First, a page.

We saw a side of the city that we not seen- well tended gardens, paved streets, homes, new buildings, a beautiful fountain, some government buildings, the national stadium, a brand new hospital, and a big hotel. We went to lunch and had the first good food any of us have eaten in some time. He took us to purchase the best bread in the country, and told us where we might find other things that we thought didn't exist here (good butter! tasty cheese!). We went to the market to look at art and carvings and all the usual tourist junk. We were hounded and harassed by the vendors who wanted to sell us everything for "a very good price" which was easily 5 times what the item was worth. We had so much fun.

This afternoon we got to see the best face of this city. Is it the most real face? Decidedly not. The vast majority of people here could never afford the restaurant we ate in, even though our meals cost maybe five dollars. They can't afford to stay at the big hotel, and frankly, neither can I. It is expensive. They can't join the swim and tennis clubs, or purchase million dollar homes with well-manicured gardens, or fritter their money away on overpriced goods at the craft market. But, they can enjoy some of the projects we saw- the roads, the hospital, and the gardens. More than that, we saw a small hint of progress, of beauty, of hope for the future. The investments we saw mean jobs. Jobs mean increased standards of living and the prospect of something better. Investment means that someone believes in this country. A's son told us that they are working hard to bring the US to Africa, to make things better here. They believe there is light in the institutional darkness. It may be weak. It may be at the mercy of politicians and diplomats and warlords. But they believe the light is there. You can just see the glimmers of it breaking through the smog, and the dirt, and the burning trash. Today, I saw that. Now I believe too.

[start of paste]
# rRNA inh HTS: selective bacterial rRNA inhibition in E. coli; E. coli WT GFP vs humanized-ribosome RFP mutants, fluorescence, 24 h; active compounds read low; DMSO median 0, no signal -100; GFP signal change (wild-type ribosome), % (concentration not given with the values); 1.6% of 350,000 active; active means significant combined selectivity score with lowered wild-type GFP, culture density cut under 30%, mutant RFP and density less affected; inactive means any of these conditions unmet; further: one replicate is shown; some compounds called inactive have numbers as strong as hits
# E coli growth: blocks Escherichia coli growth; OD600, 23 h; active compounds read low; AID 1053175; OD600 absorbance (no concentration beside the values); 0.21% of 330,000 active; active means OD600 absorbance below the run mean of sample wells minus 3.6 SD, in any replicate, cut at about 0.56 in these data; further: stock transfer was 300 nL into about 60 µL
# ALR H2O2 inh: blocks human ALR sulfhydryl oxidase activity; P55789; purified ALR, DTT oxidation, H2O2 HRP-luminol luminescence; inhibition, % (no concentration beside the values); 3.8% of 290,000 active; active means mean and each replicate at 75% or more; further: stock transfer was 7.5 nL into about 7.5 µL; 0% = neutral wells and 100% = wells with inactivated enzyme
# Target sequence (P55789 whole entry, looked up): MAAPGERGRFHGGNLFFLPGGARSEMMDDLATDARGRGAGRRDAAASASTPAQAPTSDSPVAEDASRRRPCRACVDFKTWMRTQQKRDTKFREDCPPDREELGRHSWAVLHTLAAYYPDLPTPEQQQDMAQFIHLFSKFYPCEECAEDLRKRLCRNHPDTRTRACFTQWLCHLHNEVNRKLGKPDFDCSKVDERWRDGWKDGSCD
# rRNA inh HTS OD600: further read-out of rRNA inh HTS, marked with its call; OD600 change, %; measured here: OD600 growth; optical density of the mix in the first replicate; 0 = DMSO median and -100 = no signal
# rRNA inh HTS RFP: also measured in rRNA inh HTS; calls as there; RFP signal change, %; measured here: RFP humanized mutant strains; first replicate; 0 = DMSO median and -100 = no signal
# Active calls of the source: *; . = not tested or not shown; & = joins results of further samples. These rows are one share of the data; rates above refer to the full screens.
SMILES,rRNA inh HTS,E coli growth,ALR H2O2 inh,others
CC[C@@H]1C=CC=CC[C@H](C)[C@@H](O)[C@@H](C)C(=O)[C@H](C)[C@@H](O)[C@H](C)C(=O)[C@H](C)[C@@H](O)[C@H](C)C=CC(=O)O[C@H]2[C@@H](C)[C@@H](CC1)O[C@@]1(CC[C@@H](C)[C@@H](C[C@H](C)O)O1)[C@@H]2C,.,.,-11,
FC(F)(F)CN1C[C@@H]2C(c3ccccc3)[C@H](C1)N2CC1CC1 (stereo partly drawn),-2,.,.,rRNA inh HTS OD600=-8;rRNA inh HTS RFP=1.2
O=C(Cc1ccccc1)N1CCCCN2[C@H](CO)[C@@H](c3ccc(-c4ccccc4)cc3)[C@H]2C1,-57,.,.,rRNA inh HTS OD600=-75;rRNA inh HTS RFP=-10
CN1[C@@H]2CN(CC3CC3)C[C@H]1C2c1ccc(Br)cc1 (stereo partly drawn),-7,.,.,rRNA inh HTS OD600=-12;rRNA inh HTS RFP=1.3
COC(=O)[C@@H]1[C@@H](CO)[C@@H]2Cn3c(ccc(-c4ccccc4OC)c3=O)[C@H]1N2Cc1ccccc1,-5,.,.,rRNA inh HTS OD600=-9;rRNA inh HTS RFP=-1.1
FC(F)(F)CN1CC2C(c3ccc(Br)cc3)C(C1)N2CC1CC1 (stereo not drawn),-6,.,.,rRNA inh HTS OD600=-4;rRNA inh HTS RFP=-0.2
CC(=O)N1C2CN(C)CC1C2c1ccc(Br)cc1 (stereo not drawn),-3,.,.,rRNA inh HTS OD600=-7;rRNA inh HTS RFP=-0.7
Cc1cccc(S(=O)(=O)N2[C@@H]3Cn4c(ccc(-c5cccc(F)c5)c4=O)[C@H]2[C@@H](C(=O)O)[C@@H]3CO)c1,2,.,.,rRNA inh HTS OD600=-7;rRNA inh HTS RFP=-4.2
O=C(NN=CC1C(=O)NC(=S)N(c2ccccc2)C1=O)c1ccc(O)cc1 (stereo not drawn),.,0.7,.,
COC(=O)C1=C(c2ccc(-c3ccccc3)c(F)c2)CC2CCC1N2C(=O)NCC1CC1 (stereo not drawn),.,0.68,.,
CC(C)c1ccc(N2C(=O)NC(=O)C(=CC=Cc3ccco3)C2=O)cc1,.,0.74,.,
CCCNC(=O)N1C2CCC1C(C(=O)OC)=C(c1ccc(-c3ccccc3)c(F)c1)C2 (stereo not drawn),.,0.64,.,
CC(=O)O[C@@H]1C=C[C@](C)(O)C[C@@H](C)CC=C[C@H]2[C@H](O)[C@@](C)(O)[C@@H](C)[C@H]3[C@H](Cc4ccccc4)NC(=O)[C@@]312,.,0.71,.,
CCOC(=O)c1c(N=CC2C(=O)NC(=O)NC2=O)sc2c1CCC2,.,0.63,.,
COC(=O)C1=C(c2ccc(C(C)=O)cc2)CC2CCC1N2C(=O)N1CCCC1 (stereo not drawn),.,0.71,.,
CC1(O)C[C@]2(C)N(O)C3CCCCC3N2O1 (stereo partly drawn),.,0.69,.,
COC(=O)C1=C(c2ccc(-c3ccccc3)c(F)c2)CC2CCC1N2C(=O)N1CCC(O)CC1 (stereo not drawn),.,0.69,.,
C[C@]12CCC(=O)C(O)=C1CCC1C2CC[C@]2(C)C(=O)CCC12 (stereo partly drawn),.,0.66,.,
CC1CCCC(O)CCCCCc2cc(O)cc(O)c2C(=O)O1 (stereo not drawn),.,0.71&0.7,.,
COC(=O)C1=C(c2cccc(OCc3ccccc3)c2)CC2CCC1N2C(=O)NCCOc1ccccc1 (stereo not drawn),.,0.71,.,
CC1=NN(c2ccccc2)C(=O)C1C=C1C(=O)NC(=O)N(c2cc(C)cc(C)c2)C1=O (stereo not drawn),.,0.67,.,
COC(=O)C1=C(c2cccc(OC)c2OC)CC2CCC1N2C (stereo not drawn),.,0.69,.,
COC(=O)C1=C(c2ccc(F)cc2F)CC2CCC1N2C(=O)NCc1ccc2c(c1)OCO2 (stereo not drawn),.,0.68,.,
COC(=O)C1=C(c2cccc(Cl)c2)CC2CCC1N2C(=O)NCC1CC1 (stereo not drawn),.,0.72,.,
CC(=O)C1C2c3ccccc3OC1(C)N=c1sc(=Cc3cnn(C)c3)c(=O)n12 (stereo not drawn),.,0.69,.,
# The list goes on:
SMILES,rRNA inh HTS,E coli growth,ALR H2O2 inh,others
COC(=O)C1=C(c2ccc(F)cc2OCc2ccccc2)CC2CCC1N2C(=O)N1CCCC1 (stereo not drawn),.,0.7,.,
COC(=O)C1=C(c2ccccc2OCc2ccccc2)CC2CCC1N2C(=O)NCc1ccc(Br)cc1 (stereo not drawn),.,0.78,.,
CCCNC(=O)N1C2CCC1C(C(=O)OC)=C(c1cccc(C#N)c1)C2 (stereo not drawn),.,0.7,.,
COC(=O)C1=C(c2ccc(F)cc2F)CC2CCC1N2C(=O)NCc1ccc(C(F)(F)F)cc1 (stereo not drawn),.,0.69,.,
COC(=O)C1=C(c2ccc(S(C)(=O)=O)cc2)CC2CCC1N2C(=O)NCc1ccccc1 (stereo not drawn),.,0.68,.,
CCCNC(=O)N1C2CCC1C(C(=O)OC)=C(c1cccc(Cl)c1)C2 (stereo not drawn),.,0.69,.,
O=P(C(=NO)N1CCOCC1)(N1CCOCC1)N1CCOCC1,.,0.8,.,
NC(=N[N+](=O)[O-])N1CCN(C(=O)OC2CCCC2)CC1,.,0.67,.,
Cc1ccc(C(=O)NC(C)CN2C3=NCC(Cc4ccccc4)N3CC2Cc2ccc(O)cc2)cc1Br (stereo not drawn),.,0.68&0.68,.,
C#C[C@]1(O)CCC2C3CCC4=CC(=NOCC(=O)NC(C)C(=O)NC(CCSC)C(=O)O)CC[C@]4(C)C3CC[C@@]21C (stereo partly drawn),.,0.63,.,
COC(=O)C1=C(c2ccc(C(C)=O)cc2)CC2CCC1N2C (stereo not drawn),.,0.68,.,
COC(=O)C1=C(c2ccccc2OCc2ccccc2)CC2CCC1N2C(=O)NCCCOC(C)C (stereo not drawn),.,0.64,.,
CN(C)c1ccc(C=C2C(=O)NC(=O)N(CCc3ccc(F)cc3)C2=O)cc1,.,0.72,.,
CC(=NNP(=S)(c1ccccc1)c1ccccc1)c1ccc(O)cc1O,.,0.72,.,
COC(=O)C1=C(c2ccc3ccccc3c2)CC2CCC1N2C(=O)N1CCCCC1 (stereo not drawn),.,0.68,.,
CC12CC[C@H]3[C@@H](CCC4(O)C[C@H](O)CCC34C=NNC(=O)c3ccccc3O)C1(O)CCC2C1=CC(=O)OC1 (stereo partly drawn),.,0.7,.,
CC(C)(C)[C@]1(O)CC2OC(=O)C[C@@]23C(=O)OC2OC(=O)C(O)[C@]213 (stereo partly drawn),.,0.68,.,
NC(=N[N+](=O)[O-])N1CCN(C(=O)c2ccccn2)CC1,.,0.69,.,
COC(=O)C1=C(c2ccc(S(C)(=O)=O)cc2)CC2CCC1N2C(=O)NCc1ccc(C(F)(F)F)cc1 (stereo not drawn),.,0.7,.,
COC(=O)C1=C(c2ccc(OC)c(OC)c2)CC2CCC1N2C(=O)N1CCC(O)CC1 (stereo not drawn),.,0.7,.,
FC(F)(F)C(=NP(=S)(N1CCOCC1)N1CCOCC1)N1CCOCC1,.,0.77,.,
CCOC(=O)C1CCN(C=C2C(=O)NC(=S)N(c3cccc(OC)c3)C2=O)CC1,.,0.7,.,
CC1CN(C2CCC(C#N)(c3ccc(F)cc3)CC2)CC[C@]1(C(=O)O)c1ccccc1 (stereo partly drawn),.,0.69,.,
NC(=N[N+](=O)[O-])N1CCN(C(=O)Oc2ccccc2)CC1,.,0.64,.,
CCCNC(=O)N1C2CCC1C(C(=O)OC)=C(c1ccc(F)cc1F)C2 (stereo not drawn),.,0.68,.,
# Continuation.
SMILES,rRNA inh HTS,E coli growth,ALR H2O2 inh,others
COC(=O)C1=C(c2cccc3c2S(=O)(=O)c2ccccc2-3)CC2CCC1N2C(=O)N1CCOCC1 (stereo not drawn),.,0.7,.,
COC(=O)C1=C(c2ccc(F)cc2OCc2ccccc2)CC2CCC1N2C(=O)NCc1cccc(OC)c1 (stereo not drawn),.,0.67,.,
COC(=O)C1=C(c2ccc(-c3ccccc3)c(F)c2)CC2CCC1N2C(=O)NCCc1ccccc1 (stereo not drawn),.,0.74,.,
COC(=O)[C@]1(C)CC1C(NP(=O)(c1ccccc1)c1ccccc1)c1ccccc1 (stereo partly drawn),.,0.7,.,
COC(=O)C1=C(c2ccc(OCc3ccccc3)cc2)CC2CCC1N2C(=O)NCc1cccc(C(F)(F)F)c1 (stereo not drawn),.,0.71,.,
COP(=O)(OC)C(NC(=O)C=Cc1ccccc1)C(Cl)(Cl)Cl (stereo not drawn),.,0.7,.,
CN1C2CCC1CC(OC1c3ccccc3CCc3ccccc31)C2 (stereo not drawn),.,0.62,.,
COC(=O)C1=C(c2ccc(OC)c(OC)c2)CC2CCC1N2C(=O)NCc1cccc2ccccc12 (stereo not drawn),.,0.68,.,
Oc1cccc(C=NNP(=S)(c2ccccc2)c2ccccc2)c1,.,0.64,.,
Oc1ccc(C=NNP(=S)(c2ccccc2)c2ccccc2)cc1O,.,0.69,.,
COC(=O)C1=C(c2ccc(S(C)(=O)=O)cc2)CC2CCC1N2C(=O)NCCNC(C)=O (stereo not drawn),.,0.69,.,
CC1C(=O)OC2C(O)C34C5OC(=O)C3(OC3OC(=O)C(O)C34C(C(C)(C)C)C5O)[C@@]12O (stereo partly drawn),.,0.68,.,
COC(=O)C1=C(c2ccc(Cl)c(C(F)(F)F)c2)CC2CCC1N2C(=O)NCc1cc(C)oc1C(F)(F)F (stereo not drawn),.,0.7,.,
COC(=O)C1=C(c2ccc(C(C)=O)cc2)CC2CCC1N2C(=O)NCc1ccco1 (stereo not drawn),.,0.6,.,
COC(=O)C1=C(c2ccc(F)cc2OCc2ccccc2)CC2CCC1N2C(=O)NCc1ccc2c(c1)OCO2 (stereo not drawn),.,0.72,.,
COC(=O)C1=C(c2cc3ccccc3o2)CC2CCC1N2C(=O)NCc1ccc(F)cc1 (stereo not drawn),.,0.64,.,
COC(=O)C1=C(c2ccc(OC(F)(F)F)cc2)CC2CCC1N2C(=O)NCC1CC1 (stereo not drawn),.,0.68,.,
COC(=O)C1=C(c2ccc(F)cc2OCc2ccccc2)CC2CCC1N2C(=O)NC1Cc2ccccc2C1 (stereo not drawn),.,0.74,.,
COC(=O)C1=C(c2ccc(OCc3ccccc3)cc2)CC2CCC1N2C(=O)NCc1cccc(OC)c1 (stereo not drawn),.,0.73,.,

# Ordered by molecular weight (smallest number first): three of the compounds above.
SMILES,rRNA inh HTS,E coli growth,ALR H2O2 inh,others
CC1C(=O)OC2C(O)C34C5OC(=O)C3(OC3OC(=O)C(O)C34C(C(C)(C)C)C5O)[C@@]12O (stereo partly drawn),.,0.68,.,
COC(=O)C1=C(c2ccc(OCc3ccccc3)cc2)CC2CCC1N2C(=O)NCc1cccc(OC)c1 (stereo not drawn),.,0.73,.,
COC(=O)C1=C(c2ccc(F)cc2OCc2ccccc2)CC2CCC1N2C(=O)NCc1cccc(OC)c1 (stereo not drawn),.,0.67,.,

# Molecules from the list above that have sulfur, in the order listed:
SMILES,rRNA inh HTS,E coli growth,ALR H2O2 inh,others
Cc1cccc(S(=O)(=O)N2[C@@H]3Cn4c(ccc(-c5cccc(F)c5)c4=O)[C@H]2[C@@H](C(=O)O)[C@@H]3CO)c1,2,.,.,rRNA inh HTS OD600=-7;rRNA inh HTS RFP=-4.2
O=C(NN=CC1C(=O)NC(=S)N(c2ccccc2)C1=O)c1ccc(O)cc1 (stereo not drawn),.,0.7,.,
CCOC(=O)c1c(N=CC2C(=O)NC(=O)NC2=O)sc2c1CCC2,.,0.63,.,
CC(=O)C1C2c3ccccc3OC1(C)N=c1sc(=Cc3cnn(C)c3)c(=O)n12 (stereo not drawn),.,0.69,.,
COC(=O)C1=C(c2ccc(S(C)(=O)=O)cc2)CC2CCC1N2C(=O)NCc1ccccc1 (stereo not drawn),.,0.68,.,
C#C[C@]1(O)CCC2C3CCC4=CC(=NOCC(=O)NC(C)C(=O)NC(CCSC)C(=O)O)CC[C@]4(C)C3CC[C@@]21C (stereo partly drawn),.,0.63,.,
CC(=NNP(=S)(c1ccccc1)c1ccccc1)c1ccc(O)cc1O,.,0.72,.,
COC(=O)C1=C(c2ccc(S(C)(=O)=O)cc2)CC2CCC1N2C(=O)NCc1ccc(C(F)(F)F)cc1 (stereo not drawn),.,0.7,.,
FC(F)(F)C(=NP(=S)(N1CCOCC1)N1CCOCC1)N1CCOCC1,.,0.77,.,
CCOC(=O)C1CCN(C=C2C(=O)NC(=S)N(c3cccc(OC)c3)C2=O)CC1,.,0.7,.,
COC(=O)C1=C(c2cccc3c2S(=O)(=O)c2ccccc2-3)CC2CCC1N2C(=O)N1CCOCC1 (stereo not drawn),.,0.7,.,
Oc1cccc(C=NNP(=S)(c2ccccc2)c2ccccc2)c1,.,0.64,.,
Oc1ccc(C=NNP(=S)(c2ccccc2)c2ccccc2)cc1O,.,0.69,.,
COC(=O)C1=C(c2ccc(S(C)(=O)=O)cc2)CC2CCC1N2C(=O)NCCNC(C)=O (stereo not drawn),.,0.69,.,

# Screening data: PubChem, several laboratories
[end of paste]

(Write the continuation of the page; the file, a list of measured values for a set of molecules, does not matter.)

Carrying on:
4 comments:

Heidi said...

I'm SOOO glad you got to witness and absorb a bit of the beauty!!! But the greatest beauty of this country isn't found in its cities, streets or buildings, although you can find some there...nor in its gorgeous mountains, lush valleys, or rolling countryside, although they are breathtaking...

...I believe its greatest beauty is in the hearts and lives of its wonderful people. From them you'll have a treasure to share with your little one his entire lifetime! :)

Jeanine said...

I love your attitude Amy...you found lemonade in the lemons..you are so brave and courageous and Mtoto is so blessed to have you as his mama. Praying for you :)
jeanine

kelly said...

Thank you so much for your blog Amy. I've been following your journey and I admire your courage and your beautiful faith. Praying that God would continue to show you is unfailing love that is as vast as the heavens, and his faithfulness that reaches beyond the clouds.

Laura Gifford said...

Beautiful story, Amy. I'm so glad you got a bit of respite... and it's heartening to read of this hope in a place with a history of such strife. Praying for strength, safety, patience, a smooth outcome and all those other things that you need...